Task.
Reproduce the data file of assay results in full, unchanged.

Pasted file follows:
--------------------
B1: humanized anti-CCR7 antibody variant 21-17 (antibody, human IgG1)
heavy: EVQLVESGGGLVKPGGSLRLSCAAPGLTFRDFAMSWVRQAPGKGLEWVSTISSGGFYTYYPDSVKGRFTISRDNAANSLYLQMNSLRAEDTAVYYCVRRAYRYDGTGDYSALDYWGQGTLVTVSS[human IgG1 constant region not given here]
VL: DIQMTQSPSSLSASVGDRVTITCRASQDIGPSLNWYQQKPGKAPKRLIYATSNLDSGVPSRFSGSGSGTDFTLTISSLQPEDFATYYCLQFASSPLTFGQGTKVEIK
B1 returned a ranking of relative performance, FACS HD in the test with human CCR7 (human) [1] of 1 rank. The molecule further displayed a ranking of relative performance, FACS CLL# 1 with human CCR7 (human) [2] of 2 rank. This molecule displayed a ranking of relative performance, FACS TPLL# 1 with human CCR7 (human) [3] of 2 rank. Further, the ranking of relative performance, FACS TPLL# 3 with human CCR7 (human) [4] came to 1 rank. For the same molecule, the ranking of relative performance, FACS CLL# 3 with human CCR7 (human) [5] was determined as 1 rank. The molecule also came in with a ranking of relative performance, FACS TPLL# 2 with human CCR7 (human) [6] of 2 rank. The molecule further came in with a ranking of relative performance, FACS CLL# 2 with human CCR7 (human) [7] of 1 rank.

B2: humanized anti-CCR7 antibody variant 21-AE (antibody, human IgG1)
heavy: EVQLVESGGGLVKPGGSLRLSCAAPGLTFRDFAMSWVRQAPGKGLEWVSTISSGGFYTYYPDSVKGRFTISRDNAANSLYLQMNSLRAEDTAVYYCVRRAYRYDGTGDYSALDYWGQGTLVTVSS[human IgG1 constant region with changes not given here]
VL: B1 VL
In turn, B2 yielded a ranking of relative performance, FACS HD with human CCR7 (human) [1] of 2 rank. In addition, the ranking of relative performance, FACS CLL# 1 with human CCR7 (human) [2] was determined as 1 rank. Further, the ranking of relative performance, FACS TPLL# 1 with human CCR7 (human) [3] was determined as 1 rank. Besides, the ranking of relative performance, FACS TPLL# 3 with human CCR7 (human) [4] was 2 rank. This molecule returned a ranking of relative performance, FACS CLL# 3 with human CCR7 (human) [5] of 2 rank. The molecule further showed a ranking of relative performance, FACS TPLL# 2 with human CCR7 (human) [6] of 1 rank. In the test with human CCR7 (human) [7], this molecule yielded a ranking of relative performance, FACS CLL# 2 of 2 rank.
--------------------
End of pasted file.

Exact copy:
B1: humanized anti-CCR7 antibody variant 21-17 (antibody, human IgG1)
heavy: EVQLVESGGGLVKPGGSLRLSCAAPGLTFRDFAMSWVRQAPGKGLEWVSTISSGGFYTYYPDSVKGRFTISRDNAANSLYLQMNSLRAEDTAVYYCVRRAYRYDGTGDYSALDYWGQGTLVTVSS[human IgG1 constant region not given here]
VL: DIQMTQSPSSLSASVGDRVTITCRASQDIGPSLNWYQQKPGKAPKRLIYATSNLDSGVPSRFSGSGSGTDFTLTISSLQPEDFATYYCLQFASSPLTFGQGTKVEIK
B1 returned a ranking of relative performance, FACS HD in the test with human CCR7 (human) [1] of 1 rank. The molecule further displayed a ranking of relative performance, FACS CLL# 1 with human CCR7 (human) [2] of 2 rank. This molecule displayed a ranking of relative performance, FACS TPLL# 1 with human CCR7 (human) [3] of 2 rank. Further, the ranking of relative performance, FACS TPLL# 3 with human CCR7 (human) [4] came to 1 rank. For the same molecule, the ranking of relative performance, FACS CLL# 3 with human CCR7 (human) [5] was determined as 1 rank. The molecule also came in with a ranking of relative performance, FACS TPLL# 2 with human CCR7 (human) [6] of 2 rank. The molecule further came in with a ranking of relative performance, FACS CLL# 2 with human CCR7 (human) [7] of 1 rank.

B2: humanized anti-CCR7 antibody variant 21-AE (antibody, human IgG1)
heavy: EVQLVESGGGLVKPGGSLRLSCAAPGLTFRDFAMSWVRQAPGKGLEWVSTISSGGFYTYYPDSVKGRFTISRDNAANSLYLQMNSLRAEDTAVYYCVRRAYRYDGTGDYSALDYWGQGTLVTVSS[human IgG1 constant region with changes not given here]
VL: B1 VL
In turn, B2 yielded a ranking of relative performance, FACS HD with human CCR7 (human) [1] of 2 rank. In addition, the ranking of relative performance, FACS CLL# 1 with human CCR7 (human) [2] was determined as 1 rank. Further, the ranking of relative performance, FACS TPLL# 1 with human CCR7 (human) [3] was determined as 1 rank. Besides, the ranking of relative performance, FACS TPLL# 3 with human CCR7 (human) [4] was 2 rank. This molecule returned a ranking of relative performance, FACS CLL# 3 with human CCR7 (human) [5] of 2 rank. The molecule further showed a ranking of relative performance, FACS TPLL# 2 with human CCR7 (human) [6] of 1 rank. In the test with human CCR7 (human) [7], this molecule yielded a ranking of relative performance, FACS CLL# 2 of 2 rank.